How has your faith played a role in this crisis?

I have a strong sense of faith, which allows me to move forward and accept where we are right now, and to be able to provide the best care I can, without fear. I frequently pray with patients, which also allows me to connect on a spiritual level.

The country of Greece has been cited as one of the best countries to weather the pandemic. As a Greek-American, how does that make you feel, and why do you think they have fared as well?

I keep looking at the virus rates in Greece and am astounded at how low the current rates are, especially with how significant they were in neighboring countries of Italy, Spain, and France. In speaking to my family in Greece, and listening/reading the publications coming out of Greece, it seems perhaps they took the social distancing very seriously.

Do you see healthcare changing after this pandemic subsides, and how will it affect your job specifically?

I am anxious to see how things will change. I know there will be massive amounts of research on the other end of this epidemic that will definitely change our current practice in medicine. What that means, it’s too early to determine, but remember, prior to the mid-1980s, we didn’t have universal precautions, so perhaps universal precautions will be enhanced to include more protection for all.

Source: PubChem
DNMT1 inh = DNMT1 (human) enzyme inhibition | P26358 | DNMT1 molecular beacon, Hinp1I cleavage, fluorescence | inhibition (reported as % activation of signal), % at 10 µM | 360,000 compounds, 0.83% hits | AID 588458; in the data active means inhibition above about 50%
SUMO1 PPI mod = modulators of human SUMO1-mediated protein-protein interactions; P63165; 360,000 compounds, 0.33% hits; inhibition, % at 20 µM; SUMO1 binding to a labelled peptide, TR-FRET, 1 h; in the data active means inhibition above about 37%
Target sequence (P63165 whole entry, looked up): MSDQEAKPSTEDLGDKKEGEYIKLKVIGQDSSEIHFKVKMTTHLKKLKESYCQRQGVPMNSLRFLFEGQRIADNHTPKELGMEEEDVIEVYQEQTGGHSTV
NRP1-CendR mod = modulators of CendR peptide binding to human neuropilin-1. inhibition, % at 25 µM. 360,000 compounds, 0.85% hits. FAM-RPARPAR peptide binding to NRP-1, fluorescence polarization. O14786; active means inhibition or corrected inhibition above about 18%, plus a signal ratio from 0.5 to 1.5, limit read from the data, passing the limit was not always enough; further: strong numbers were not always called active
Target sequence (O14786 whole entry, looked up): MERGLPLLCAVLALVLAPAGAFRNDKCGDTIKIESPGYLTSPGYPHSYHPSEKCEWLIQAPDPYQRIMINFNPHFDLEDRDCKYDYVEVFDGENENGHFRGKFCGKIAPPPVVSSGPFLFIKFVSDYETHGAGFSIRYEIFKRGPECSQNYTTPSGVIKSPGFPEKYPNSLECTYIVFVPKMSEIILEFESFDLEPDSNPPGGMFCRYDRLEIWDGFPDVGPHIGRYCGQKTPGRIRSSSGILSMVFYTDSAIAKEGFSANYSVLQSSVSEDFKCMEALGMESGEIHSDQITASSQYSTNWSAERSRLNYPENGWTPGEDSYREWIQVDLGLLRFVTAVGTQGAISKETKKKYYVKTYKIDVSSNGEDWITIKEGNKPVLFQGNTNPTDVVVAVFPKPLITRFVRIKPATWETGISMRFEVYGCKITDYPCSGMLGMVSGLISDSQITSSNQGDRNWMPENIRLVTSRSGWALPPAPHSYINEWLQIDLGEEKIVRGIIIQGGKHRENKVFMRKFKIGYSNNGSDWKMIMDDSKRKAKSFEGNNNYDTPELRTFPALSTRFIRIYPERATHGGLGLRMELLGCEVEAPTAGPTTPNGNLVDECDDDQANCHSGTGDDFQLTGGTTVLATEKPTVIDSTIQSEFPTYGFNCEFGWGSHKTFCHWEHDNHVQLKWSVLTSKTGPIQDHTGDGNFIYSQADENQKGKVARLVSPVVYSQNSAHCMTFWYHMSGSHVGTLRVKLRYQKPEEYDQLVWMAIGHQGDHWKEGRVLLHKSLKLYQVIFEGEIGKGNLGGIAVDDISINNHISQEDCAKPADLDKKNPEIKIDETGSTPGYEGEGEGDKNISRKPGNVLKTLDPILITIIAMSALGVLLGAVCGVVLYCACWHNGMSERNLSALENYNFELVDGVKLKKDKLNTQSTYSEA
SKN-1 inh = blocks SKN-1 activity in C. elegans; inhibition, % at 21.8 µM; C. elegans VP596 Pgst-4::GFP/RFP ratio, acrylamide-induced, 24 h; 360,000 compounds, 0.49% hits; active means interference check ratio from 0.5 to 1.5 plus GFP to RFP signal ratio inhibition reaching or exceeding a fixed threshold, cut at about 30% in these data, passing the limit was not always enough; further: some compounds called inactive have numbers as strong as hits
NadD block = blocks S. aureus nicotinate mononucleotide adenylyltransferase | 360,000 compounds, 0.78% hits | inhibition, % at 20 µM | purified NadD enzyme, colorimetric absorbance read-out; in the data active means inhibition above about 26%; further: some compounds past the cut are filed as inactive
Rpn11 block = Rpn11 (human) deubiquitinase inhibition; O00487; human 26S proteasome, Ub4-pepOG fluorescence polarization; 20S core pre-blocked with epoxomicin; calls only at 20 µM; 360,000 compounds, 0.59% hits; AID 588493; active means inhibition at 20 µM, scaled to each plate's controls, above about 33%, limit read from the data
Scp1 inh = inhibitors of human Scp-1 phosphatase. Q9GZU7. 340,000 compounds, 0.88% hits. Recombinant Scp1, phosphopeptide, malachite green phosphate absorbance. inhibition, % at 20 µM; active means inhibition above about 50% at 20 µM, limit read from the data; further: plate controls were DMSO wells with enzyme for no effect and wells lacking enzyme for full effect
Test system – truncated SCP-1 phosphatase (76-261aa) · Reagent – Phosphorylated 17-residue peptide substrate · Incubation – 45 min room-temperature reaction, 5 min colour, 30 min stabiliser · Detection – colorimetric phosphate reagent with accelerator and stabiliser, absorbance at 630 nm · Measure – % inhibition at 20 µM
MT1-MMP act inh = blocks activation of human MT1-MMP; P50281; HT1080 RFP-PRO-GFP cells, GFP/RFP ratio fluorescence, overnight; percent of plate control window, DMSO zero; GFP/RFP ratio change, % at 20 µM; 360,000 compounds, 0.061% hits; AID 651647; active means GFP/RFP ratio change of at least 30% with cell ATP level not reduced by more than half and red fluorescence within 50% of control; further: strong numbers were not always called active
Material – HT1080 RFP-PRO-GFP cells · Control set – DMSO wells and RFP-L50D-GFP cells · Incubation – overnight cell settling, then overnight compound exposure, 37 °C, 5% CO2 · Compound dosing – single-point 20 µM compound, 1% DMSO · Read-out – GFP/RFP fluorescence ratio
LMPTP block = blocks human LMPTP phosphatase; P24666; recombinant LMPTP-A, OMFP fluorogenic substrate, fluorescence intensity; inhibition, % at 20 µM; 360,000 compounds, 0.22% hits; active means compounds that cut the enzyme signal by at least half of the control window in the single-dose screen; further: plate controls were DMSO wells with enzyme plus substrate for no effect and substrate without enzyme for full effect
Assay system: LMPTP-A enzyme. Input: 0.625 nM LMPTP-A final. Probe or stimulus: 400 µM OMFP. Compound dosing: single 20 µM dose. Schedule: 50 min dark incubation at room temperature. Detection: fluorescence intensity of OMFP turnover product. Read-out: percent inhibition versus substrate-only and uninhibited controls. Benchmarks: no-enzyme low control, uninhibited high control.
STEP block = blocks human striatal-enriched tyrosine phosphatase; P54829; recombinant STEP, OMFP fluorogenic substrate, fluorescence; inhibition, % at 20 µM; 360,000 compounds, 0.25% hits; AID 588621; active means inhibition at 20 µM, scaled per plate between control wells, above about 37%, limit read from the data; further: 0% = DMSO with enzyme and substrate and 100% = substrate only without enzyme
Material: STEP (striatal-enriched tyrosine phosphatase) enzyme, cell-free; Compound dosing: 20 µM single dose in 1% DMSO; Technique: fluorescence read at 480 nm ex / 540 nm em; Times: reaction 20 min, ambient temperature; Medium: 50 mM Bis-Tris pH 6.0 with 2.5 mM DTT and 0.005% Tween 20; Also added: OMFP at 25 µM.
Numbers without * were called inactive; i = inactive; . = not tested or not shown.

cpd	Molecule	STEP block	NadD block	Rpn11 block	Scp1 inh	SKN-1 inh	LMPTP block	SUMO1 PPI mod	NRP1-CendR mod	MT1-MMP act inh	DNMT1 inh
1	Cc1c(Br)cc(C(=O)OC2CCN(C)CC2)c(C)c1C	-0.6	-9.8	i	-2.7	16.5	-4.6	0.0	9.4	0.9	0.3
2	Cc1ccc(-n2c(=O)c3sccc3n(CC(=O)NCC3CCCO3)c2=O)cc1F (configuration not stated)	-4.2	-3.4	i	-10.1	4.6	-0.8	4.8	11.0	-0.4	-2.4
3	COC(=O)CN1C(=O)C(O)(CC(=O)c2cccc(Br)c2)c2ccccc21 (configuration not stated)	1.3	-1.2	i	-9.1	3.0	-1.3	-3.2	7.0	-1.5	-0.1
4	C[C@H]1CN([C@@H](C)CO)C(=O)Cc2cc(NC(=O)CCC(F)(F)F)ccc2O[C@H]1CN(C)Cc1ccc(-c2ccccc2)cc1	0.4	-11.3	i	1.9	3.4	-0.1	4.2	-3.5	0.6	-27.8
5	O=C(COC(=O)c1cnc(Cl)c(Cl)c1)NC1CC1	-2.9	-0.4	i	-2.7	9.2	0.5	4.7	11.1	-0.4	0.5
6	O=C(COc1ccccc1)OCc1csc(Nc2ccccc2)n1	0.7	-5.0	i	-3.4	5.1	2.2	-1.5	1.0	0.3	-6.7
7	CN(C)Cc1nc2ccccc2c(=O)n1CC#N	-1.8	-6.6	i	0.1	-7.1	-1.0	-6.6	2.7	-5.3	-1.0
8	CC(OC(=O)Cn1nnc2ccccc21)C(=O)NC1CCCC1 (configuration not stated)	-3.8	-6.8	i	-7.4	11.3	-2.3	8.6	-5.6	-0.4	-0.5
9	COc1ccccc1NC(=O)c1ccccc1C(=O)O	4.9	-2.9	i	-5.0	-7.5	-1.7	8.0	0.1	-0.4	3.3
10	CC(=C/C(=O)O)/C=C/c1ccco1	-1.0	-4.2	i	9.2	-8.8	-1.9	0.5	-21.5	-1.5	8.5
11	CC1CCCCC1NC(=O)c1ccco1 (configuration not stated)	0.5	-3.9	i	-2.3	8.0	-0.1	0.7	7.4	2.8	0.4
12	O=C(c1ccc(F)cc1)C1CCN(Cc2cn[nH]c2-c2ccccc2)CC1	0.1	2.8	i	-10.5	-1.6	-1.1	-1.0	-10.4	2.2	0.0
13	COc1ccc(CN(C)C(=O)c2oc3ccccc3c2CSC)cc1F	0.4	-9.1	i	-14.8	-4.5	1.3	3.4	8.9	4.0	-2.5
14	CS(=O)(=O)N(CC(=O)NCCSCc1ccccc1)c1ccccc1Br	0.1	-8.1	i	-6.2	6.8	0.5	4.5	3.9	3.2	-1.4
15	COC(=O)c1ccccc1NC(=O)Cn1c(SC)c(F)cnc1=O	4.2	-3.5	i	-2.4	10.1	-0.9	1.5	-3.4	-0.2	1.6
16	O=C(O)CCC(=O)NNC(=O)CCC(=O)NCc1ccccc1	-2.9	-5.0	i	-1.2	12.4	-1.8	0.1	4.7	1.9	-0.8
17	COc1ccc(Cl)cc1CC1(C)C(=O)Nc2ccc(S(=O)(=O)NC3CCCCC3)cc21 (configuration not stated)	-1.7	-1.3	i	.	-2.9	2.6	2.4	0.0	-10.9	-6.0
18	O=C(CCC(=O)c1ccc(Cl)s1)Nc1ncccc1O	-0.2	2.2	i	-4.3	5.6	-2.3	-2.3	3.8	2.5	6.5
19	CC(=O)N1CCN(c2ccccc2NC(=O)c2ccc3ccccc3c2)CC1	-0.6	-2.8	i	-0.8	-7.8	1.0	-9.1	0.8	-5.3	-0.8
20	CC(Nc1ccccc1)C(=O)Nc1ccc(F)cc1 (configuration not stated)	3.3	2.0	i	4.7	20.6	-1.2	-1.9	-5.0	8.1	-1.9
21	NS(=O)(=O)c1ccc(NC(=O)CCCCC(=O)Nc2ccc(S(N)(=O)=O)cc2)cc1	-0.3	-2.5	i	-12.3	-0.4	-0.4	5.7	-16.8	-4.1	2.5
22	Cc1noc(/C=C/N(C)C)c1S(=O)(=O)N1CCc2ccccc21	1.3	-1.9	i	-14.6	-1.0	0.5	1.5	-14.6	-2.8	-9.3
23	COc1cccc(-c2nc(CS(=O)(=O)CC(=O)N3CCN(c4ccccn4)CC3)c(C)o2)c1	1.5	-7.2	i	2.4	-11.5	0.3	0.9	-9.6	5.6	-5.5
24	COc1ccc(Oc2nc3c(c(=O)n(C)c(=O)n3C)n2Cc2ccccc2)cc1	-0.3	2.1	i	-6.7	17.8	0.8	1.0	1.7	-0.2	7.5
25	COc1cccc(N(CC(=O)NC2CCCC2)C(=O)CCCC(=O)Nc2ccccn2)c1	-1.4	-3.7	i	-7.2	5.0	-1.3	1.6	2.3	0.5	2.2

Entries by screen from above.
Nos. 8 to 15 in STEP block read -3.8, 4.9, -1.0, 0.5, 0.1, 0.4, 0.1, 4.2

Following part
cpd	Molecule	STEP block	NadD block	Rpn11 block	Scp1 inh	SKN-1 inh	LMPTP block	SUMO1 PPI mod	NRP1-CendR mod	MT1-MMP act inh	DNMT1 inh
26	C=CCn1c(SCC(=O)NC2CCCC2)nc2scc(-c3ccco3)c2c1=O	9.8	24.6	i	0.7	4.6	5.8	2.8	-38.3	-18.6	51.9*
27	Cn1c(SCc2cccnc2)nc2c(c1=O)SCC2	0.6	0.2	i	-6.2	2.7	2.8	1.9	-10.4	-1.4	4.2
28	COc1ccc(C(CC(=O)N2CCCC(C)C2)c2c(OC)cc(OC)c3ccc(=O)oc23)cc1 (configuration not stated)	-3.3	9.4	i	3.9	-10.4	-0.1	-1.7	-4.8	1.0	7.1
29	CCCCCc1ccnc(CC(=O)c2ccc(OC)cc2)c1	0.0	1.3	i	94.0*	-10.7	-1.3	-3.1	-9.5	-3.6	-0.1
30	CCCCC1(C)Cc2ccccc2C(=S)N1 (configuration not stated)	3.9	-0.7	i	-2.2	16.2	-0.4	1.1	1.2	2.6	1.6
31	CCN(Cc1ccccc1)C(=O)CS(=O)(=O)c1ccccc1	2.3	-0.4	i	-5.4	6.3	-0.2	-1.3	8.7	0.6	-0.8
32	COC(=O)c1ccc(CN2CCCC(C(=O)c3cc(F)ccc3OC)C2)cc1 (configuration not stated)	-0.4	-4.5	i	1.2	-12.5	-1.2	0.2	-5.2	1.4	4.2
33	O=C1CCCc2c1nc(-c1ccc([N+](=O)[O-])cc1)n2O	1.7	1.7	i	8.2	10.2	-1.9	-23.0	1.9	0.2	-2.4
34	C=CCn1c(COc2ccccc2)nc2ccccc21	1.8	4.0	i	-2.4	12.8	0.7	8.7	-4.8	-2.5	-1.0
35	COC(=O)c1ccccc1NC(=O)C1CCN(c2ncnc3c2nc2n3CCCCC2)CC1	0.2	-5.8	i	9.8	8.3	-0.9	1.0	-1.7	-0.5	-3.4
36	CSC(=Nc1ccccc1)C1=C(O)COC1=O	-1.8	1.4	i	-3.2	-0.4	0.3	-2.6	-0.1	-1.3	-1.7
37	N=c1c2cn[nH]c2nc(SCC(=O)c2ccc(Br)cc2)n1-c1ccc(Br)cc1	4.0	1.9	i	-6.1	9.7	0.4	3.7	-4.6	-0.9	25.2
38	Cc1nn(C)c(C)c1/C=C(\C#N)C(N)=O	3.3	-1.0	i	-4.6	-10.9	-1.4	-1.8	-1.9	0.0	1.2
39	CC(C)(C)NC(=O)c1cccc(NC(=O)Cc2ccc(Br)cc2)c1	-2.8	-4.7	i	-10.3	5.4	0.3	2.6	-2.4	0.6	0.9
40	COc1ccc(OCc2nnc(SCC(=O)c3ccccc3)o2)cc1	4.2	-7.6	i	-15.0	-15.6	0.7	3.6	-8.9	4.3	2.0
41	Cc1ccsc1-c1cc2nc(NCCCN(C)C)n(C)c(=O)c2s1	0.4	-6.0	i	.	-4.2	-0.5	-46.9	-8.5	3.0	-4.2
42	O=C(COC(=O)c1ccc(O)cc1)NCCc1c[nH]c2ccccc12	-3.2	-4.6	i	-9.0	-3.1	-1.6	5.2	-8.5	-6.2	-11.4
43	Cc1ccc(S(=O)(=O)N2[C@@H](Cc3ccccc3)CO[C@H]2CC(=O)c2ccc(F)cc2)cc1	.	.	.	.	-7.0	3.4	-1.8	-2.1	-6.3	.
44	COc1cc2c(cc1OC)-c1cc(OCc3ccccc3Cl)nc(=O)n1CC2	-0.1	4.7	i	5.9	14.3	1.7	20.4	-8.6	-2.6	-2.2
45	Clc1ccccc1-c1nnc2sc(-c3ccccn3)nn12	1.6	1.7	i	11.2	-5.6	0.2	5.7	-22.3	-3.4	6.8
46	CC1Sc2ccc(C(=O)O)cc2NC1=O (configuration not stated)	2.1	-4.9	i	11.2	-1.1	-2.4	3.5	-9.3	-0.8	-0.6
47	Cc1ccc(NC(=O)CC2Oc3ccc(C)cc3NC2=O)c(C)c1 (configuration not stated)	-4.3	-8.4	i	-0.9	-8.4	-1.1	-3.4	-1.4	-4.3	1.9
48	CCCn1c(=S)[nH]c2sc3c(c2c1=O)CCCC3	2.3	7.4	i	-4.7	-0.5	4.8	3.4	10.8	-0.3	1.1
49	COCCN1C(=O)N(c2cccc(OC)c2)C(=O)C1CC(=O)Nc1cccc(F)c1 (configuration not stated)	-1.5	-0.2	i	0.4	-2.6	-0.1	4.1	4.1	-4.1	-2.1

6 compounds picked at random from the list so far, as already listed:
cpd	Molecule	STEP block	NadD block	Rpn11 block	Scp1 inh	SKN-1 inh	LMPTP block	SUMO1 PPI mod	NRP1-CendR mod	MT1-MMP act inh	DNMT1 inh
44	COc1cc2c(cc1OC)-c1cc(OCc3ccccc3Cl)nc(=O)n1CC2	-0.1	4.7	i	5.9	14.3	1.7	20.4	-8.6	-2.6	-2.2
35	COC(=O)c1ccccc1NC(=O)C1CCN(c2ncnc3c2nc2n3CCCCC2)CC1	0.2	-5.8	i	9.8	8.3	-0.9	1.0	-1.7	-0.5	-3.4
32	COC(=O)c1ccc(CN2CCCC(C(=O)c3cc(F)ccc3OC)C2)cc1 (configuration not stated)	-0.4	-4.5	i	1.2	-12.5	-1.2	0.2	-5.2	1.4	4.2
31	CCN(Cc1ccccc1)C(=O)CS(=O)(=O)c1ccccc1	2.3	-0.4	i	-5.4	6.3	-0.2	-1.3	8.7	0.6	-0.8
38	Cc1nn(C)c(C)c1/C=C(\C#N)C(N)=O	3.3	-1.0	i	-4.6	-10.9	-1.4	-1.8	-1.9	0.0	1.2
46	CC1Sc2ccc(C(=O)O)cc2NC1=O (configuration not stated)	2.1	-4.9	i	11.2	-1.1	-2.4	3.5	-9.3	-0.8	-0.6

When the pandemic subsides, and the bans are lifted, what will you do?

This is a great question! On March 17, my husband and I had a trip planned for London for a week, and to see an English Premier League Soccer Match. Just a couple days before the trip, the president closed travel to Europe and the UK, so the trip was canceled and postponed until the fall. I pray we will still be able to go.

Thank you, Paula.